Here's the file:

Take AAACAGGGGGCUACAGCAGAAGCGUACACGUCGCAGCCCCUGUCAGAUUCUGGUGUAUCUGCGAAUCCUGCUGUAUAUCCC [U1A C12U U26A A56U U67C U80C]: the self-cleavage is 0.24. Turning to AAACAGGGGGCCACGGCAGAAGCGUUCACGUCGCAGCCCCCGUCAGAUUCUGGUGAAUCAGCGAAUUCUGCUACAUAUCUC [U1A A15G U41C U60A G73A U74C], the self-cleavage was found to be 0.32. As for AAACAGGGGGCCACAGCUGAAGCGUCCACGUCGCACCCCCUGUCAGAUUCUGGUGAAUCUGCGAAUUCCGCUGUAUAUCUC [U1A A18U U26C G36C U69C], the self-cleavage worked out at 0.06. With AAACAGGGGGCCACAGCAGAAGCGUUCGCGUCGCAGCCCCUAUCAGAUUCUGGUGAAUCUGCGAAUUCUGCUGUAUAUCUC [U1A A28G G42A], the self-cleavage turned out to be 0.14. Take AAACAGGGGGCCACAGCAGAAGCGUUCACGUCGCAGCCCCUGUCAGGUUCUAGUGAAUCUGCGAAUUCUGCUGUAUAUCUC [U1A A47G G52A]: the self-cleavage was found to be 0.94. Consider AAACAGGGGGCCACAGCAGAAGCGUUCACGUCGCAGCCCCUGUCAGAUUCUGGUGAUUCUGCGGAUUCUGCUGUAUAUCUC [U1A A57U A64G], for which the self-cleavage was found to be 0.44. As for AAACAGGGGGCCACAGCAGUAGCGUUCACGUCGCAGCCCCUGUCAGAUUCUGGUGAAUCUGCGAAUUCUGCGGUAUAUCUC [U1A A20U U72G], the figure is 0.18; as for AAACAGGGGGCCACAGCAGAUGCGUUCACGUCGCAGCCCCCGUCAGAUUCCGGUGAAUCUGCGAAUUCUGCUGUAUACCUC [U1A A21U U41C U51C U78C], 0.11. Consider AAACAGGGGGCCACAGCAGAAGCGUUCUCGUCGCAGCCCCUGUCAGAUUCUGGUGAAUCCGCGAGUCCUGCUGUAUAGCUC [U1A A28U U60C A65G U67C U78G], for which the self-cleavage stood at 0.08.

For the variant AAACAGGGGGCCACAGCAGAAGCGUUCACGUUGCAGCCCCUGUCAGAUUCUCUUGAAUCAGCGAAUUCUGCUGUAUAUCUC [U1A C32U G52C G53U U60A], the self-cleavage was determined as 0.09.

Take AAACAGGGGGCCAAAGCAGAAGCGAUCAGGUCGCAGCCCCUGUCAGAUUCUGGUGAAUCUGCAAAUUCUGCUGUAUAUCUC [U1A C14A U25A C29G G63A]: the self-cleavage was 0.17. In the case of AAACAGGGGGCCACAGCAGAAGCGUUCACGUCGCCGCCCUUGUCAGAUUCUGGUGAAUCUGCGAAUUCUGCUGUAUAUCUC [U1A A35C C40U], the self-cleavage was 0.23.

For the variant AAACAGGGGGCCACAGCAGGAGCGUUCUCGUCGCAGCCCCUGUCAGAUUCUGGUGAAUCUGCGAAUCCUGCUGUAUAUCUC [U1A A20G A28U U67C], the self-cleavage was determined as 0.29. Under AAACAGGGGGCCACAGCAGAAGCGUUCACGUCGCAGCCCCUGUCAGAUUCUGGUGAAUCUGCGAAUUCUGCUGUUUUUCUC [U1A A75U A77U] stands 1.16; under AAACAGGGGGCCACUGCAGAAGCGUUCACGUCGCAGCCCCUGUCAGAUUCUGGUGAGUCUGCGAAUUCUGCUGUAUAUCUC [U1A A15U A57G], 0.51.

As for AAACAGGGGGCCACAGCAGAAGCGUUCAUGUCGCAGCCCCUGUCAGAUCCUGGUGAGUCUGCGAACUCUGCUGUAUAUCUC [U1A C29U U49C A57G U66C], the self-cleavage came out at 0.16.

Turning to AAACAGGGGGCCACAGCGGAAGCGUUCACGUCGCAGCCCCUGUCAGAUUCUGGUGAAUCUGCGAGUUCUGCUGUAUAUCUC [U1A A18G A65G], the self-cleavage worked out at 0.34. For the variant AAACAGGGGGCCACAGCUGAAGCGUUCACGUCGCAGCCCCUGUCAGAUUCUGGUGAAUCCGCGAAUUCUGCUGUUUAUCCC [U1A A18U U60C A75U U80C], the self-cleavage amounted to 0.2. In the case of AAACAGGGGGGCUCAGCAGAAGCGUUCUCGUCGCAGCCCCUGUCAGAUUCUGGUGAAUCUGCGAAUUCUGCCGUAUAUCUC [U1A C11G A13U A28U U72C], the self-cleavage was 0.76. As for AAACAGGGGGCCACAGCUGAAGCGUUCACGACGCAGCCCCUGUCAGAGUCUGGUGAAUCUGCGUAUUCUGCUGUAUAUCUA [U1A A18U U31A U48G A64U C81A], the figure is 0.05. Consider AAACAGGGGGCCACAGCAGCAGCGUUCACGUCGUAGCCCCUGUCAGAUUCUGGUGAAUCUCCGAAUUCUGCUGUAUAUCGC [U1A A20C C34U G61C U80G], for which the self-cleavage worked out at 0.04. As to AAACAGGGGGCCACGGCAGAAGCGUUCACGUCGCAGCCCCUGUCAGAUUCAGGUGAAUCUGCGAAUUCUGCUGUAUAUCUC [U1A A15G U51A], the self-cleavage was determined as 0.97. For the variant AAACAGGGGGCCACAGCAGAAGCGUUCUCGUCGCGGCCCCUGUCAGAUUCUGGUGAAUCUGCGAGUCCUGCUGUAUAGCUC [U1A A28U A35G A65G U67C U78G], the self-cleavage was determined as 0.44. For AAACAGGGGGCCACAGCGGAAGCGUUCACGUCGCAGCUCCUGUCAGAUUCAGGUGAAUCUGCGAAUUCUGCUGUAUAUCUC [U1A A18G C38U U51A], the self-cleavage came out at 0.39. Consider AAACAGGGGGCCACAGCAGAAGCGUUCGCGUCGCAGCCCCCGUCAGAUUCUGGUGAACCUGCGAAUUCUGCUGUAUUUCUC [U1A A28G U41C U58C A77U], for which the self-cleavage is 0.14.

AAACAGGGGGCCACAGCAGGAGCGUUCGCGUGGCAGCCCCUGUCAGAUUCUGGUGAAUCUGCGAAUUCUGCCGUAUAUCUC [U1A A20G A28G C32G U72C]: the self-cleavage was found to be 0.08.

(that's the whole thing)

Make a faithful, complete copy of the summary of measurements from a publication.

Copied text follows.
Take AAACAGGGGGCUACAGCAGAAGCGUACACGUCGCAGCCCCUGUCAGAUUCUGGUGUAUCUGCGAAUCCUGCUGUAUAUCCC [U1A C12U U26A A56U U67C U80C]: the self-cleavage is 0.24. Turning to AAACAGGGGGCCACGGCAGAAGCGUUCACGUCGCAGCCCCCGUCAGAUUCUGGUGAAUCAGCGAAUUCUGCUACAUAUCUC [U1A A15G U41C U60A G73A U74C], the self-cleavage was found to be 0.32. As for AAACAGGGGGCCACAGCUGAAGCGUCCACGUCGCACCCCCUGUCAGAUUCUGGUGAAUCUGCGAAUUCCGCUGUAUAUCUC [U1A A18U U26C G36C U69C], the self-cleavage worked out at 0.06. With AAACAGGGGGCCACAGCAGAAGCGUUCGCGUCGCAGCCCCUAUCAGAUUCUGGUGAAUCUGCGAAUUCUGCUGUAUAUCUC [U1A A28G G42A], the self-cleavage turned out to be 0.14. Take AAACAGGGGGCCACAGCAGAAGCGUUCACGUCGCAGCCCCUGUCAGGUUCUAGUGAAUCUGCGAAUUCUGCUGUAUAUCUC [U1A A47G G52A]: the self-cleavage was found to be 0.94. Consider AAACAGGGGGCCACAGCAGAAGCGUUCACGUCGCAGCCCCUGUCAGAUUCUGGUGAUUCUGCGGAUUCUGCUGUAUAUCUC [U1A A57U A64G], for which the self-cleavage was found to be 0.44. As for AAACAGGGGGCCACAGCAGUAGCGUUCACGUCGCAGCCCCUGUCAGAUUCUGGUGAAUCUGCGAAUUCUGCGGUAUAUCUC [U1A A20U U72G], the figure is 0.18; as for AAACAGGGGGCCACAGCAGAUGCGUUCACGUCGCAGCCCCCGUCAGAUUCCGGUGAAUCUGCGAAUUCUGCUGUAUACCUC [U1A A21U U41C U51C U78C], 0.11. Consider AAACAGGGGGCCACAGCAGAAGCGUUCUCGUCGCAGCCCCUGUCAGAUUCUGGUGAAUCCGCGAGUCCUGCUGUAUAGCUC [U1A A28U U60C A65G U67C U78G], for which the self-cleavage stood at 0.08.

For the variant AAACAGGGGGCCACAGCAGAAGCGUUCACGUUGCAGCCCCUGUCAGAUUCUCUUGAAUCAGCGAAUUCUGCUGUAUAUCUC [U1A C32U G52C G53U U60A], the self-cleavage was determined as 0.09.

Take AAACAGGGGGCCAAAGCAGAAGCGAUCAGGUCGCAGCCCCUGUCAGAUUCUGGUGAAUCUGCAAAUUCUGCUGUAUAUCUC [U1A C14A U25A C29G G63A]: the self-cleavage was 0.17. In the case of AAACAGGGGGCCACAGCAGAAGCGUUCACGUCGCCGCCCUUGUCAGAUUCUGGUGAAUCUGCGAAUUCUGCUGUAUAUCUC [U1A A35C C40U], the self-cleavage was 0.23.

For the variant AAACAGGGGGCCACAGCAGGAGCGUUCUCGUCGCAGCCCCUGUCAGAUUCUGGUGAAUCUGCGAAUCCUGCUGUAUAUCUC [U1A A20G A28U U67C], the self-cleavage was determined as 0.29. Under AAACAGGGGGCCACAGCAGAAGCGUUCACGUCGCAGCCCCUGUCAGAUUCUGGUGAAUCUGCGAAUUCUGCUGUUUUUCUC [U1A A75U A77U] stands 1.16; under AAACAGGGGGCCACUGCAGAAGCGUUCACGUCGCAGCCCCUGUCAGAUUCUGGUGAGUCUGCGAAUUCUGCUGUAUAUCUC [U1A A15U A57G], 0.51.

As for AAACAGGGGGCCACAGCAGAAGCGUUCAUGUCGCAGCCCCUGUCAGAUCCUGGUGAGUCUGCGAACUCUGCUGUAUAUCUC [U1A C29U U49C A57G U66C], the self-cleavage came out at 0.16.

Turning to AAACAGGGGGCCACAGCGGAAGCGUUCACGUCGCAGCCCCUGUCAGAUUCUGGUGAAUCUGCGAGUUCUGCUGUAUAUCUC [U1A A18G A65G], the self-cleavage worked out at 0.34. For the variant AAACAGGGGGCCACAGCUGAAGCGUUCACGUCGCAGCCCCUGUCAGAUUCUGGUGAAUCCGCGAAUUCUGCUGUUUAUCCC [U1A A18U U60C A75U U80C], the self-cleavage amounted to 0.2. In the case of AAACAGGGGGGCUCAGCAGAAGCGUUCUCGUCGCAGCCCCUGUCAGAUUCUGGUGAAUCUGCGAAUUCUGCCGUAUAUCUC [U1A C11G A13U A28U U72C], the self-cleavage was 0.76. As for AAACAGGGGGCCACAGCUGAAGCGUUCACGACGCAGCCCCUGUCAGAGUCUGGUGAAUCUGCGUAUUCUGCUGUAUAUCUA [U1A A18U U31A U48G A64U C81A], the figure is 0.05. Consider AAACAGGGGGCCACAGCAGCAGCGUUCACGUCGUAGCCCCUGUCAGAUUCUGGUGAAUCUCCGAAUUCUGCUGUAUAUCGC [U1A A20C C34U G61C U80G], for which the self-cleavage worked out at 0.04. As to AAACAGGGGGCCACGGCAGAAGCGUUCACGUCGCAGCCCCUGUCAGAUUCAGGUGAAUCUGCGAAUUCUGCUGUAUAUCUC [U1A A15G U51A], the self-cleavage was determined as 0.97. For the variant AAACAGGGGGCCACAGCAGAAGCGUUCUCGUCGCGGCCCCUGUCAGAUUCUGGUGAAUCUGCGAGUCCUGCUGUAUAGCUC [U1A A28U A35G A65G U67C U78G], the self-cleavage was determined as 0.44. For AAACAGGGGGCCACAGCGGAAGCGUUCACGUCGCAGCUCCUGUCAGAUUCAGGUGAAUCUGCGAAUUCUGCUGUAUAUCUC [U1A A18G C38U U51A], the self-cleavage came out at 0.39. Consider AAACAGGGGGCCACAGCAGAAGCGUUCGCGUCGCAGCCCCCGUCAGAUUCUGGUGAACCUGCGAAUUCUGCUGUAUUUCUC [U1A A28G U41C U58C A77U], for which the self-cleavage is 0.14.

AAACAGGGGGCCACAGCAGGAGCGUUCGCGUGGCAGCCCCUGUCAGAUUCUGGUGAAUCUGCGAAUUCUGCCGUAUAUCUC [U1A A20G A28G C32G U72C]: the self-cleavage was found to be 0.08.